Reviews and Articles in General Publications
Tuesday 23 January 2001
§ Salon January 23, 2001
Faith L. Justice profiles the career of Ursula K. Le Guin.
... Le Guin admits to a certain amount of calculation in including an interracial relationship in "Lathe." "If you look at my books, you'll find that most of my central characters aren't white. You don't see it on the cover, because they refuse to put people of color on book jackets. But I've always done that deliberately because most people in the world aren't white. Why in the future would we assume they are?"
§ Washington Post Book World January 21, 2001
Gregory Feeley reviews Caleb Carr's Killing Time (Random House).
It is difficult to convey the awfulness of Carr's prose, an unbroken succession of frenetic clichés and inept sentences. ... Killing Time raises issues about government disinformation, ecological damage and cultural imperialism that novelists more adept at writing about the near future, such as Bruce Sterling, have dramatized with élan. But Carr's strengths seem to have abandoned him here, and the result is a shockingly bad book that he should have been dissuaded from publishing.
Monday 22 January 2001
§ New York Times Book Review January 21, 2001
Gerald Jonas's SF column covers Richard Paul Russo's Ship of Fools (Ace), Kage Baker's The Graveyard Game (Harcourt), Ben Bova's Jupiter (Tor), and John M. Ford's The Last Hot Time (Tor). Jonas on Russo:
By deftly fusing two familiar themes -- the self-sufficient starship that has lost its way and first contact with a mysterious alien object -- Russo has carved out a sizable narrative space for his philosophical and spiritual concerns. He is not afraid to take on the question of evil in a divinely ordered universe. And while his vision is darker than the happy-ending bias of most science fiction, he seems in the end to shy away from the implications of his own tale. Still, this is an ambitious novel of ideas that generates considerable suspense while respecting its sources, its characters and, most important, the reader.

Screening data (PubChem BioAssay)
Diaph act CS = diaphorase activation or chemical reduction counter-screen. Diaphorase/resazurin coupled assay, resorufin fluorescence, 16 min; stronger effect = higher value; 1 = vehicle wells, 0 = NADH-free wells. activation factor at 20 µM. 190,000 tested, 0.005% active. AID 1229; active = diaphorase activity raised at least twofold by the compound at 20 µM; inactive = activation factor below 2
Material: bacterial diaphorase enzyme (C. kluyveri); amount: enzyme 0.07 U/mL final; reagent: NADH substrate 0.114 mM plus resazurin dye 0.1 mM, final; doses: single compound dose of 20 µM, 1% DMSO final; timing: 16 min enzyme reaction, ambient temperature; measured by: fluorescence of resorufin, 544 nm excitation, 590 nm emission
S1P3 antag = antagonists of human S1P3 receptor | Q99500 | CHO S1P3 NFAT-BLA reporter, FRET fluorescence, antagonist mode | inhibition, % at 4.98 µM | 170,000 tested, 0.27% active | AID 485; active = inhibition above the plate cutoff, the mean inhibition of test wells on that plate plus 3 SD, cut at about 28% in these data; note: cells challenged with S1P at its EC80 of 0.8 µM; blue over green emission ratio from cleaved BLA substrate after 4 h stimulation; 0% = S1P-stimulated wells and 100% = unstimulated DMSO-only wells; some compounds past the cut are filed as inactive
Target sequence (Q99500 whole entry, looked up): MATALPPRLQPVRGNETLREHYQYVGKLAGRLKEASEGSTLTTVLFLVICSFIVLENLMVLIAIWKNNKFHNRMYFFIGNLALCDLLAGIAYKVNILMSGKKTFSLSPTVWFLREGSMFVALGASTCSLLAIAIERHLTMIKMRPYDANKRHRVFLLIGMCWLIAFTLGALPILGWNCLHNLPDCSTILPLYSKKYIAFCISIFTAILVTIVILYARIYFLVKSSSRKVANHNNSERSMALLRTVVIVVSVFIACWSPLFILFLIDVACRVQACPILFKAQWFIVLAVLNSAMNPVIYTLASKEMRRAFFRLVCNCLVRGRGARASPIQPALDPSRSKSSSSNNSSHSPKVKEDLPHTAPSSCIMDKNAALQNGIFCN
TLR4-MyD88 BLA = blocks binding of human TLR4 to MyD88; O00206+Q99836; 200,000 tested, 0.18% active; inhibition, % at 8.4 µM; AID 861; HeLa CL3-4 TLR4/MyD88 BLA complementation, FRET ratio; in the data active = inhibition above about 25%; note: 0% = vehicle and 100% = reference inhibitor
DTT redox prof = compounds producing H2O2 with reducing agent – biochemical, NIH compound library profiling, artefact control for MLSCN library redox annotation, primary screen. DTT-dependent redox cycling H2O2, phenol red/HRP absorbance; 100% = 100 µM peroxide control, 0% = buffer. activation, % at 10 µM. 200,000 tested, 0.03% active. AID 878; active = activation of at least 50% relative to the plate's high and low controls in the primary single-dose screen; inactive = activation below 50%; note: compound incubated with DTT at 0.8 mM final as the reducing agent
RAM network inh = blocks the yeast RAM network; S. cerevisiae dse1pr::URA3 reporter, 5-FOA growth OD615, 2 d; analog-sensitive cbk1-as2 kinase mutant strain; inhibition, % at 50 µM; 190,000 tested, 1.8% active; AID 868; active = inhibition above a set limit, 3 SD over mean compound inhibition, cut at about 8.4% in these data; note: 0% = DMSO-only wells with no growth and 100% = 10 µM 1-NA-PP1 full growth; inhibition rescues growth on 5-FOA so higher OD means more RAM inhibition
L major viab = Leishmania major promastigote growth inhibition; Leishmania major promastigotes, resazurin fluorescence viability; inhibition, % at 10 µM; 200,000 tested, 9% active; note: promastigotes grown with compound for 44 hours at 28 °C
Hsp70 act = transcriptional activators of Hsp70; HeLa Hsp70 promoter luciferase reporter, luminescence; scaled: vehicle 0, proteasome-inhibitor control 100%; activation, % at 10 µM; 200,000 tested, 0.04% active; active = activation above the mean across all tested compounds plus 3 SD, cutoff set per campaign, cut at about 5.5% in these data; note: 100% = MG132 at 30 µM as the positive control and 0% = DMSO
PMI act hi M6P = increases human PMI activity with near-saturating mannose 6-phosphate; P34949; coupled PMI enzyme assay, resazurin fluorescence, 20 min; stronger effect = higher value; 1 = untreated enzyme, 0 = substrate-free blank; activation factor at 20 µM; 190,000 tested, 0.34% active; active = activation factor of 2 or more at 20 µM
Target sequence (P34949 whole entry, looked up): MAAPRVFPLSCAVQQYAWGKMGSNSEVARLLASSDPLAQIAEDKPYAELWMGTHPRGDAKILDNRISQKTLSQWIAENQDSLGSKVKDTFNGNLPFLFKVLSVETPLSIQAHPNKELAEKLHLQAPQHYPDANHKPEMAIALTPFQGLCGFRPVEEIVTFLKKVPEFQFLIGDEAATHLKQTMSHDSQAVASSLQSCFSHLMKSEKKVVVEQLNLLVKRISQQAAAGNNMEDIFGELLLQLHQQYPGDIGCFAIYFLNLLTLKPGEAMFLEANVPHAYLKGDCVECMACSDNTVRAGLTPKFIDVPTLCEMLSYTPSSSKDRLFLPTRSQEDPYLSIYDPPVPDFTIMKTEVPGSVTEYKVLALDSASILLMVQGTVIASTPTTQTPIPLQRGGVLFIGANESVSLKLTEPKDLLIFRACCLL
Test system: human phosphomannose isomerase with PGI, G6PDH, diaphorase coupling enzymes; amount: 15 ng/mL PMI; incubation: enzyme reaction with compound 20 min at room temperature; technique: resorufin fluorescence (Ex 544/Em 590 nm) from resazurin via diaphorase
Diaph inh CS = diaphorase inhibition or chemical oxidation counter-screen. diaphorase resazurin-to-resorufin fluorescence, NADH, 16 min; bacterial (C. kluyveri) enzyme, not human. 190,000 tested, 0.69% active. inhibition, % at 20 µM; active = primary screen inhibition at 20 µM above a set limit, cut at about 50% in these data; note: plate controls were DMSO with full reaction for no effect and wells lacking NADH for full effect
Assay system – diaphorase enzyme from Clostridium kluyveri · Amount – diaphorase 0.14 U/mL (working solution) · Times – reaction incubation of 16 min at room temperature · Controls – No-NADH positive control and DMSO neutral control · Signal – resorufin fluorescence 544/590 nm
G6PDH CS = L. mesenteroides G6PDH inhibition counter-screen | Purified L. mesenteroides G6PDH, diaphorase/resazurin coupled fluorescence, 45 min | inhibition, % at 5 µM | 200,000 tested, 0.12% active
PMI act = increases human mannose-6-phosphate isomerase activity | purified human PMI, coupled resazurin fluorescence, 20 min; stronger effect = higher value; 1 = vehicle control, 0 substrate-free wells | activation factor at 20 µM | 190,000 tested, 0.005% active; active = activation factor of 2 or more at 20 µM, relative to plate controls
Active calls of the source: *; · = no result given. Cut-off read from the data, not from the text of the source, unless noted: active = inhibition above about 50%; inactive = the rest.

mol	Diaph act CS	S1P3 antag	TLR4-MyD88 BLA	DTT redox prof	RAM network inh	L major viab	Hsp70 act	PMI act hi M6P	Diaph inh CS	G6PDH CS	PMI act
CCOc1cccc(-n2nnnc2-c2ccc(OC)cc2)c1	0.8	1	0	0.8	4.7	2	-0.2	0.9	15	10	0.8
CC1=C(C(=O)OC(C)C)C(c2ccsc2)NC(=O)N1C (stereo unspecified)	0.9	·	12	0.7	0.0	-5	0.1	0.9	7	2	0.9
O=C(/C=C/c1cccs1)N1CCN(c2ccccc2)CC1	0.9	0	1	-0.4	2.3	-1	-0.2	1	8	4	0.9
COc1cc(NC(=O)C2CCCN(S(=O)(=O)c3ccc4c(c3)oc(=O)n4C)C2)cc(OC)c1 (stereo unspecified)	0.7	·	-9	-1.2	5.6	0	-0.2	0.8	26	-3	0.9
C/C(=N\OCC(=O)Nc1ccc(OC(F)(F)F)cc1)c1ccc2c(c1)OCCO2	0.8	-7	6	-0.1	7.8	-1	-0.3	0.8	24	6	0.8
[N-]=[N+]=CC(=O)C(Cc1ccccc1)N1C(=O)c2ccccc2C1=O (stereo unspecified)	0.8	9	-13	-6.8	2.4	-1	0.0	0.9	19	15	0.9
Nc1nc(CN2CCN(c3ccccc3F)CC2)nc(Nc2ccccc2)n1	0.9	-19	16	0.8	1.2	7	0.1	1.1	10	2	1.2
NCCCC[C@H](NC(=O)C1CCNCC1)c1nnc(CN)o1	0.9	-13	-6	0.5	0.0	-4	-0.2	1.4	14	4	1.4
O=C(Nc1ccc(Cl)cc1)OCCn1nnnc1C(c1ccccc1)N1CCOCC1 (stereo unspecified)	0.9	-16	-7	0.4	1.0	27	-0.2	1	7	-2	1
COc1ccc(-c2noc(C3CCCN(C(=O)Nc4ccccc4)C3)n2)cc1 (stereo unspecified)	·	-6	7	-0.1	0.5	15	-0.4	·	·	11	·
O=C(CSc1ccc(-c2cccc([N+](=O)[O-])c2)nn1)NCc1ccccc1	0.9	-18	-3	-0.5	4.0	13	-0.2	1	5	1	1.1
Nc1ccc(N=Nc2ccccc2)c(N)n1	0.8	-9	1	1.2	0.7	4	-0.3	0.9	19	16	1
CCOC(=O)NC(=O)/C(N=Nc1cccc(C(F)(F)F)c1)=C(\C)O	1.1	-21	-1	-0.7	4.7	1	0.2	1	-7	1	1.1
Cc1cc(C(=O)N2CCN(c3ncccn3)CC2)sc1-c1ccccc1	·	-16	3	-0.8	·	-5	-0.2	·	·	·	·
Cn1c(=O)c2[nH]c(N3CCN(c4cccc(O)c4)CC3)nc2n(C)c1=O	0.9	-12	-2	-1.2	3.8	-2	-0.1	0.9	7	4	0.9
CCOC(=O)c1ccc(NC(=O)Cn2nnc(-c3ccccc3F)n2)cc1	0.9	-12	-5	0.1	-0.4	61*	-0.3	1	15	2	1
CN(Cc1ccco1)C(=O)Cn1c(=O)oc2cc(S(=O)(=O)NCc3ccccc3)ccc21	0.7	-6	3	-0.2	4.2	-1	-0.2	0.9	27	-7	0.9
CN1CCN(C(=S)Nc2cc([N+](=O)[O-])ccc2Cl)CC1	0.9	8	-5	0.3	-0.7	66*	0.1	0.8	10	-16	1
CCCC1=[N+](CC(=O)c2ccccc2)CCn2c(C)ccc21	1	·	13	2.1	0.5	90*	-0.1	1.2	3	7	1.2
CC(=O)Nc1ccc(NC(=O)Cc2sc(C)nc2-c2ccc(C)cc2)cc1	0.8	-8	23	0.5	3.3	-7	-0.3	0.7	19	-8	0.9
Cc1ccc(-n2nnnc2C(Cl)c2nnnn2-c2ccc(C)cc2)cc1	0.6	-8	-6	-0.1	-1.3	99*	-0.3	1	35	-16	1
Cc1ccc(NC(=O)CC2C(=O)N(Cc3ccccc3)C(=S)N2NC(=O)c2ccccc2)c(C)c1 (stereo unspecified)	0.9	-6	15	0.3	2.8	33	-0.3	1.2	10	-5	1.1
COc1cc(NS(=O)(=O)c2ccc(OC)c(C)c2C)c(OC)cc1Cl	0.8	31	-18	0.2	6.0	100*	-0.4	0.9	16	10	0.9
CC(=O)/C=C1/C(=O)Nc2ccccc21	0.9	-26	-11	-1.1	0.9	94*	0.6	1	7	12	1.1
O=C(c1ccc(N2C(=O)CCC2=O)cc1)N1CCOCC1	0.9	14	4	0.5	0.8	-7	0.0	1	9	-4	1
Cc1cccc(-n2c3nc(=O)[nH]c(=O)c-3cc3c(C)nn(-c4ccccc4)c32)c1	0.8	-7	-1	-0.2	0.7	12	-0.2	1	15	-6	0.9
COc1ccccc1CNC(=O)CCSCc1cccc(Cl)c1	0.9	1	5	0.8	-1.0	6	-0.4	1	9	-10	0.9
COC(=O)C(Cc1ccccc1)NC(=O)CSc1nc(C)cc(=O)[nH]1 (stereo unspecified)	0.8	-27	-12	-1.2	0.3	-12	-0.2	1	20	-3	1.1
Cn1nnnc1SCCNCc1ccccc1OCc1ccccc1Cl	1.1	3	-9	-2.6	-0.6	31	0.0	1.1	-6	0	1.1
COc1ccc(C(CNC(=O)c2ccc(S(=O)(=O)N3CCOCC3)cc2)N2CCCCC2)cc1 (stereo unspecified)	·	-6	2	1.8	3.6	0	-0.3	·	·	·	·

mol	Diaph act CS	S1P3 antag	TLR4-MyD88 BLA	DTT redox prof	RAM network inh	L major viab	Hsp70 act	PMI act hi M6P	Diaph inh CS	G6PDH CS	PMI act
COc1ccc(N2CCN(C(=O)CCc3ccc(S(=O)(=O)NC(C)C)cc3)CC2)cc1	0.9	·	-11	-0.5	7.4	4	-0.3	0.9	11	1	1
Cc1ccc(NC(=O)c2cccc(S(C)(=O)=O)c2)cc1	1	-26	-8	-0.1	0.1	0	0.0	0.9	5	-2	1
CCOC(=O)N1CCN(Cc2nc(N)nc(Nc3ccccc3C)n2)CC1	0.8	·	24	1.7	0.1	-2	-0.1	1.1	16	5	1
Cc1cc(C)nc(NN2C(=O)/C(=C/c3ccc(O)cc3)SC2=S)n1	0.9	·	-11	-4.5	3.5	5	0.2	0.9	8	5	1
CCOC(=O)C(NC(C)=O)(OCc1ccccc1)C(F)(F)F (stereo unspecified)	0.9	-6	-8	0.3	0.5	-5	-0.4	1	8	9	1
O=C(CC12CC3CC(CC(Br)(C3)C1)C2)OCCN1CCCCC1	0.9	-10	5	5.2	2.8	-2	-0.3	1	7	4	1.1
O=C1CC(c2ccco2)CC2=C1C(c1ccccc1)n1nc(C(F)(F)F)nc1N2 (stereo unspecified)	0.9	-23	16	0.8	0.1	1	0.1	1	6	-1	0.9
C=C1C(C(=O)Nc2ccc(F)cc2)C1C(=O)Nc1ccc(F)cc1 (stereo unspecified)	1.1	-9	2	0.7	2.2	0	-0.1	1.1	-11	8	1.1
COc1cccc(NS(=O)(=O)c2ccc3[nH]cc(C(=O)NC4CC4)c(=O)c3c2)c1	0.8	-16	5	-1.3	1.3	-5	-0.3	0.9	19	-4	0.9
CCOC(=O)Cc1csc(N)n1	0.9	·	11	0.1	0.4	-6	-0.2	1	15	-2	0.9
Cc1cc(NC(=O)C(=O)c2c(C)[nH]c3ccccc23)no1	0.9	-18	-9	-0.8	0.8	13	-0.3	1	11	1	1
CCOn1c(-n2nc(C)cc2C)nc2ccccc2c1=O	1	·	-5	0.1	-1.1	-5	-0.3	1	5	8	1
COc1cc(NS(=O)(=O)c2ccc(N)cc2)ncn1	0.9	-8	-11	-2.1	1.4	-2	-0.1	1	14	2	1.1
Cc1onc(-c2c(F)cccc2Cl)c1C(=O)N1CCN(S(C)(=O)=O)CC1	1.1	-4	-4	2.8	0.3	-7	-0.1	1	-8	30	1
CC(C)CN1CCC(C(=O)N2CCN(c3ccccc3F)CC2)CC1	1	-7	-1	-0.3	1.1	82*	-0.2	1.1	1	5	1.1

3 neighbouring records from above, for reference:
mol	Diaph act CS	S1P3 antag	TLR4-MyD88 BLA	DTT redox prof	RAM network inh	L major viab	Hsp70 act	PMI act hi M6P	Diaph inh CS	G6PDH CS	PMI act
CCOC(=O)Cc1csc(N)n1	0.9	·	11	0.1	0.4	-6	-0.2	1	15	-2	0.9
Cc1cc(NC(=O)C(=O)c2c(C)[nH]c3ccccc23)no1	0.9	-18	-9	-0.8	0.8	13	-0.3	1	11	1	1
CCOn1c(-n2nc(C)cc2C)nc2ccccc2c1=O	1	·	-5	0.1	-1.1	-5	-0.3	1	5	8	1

If John le Carre wrote science fiction, it might read like ''The Graveyard Game.'' ... Examined too closely, the cumbersome narrative apparatus strains credulity: why weren't all the operatives programmed for undying loyalty? Yet to my surprise, I found myself caring about what happened to these unlucky supermen.
And Ford's story of a ''Chicago rendered all but unrecognizable by a mystifying event that has altered the fabric of reality'' is ''fundamentally a love story, with a deeply satisfying climax (in every sense of the word)''.
§ Rain Taxi Winter 2001
An interview with Samuel R. Delany, conducted by Rudi Dornemann and Eric Lorberer, expanded/uncut from the magazine version.
Also, reviews include one by Rudi Dornemann of Sheree R. Thomas's anthology Dark Matter (Warner Aspect); a review by Thomas P. Kalb of graphic novel Cerebus by Dave Sim; and a review by Eric Lorberer of three graphic novels by Will Eisner.
§ January January 2001
A profile/interview by Linda Richards of George R.R. Martin. Also recently: Claude Lalumière's review of Michael Chabon's The Amazing Adventures of Kavalier & Clay calls it "that elusive holy grail, The Great American Novel." And Lalumière's review of J.G. Ballard's Super-Cannes concludes "If Ballard were to end his long, prodigious and prolific writing career with Super-Cannes, this latest novel would be a magnificent capstone."
In December, David Dalgleish reviewed Robert Jordan's Winter's Heart: "It is by no means the greatest fantasy novel, but it is, in a sense, the ultimate fantasy novel: it exhausts the genre."
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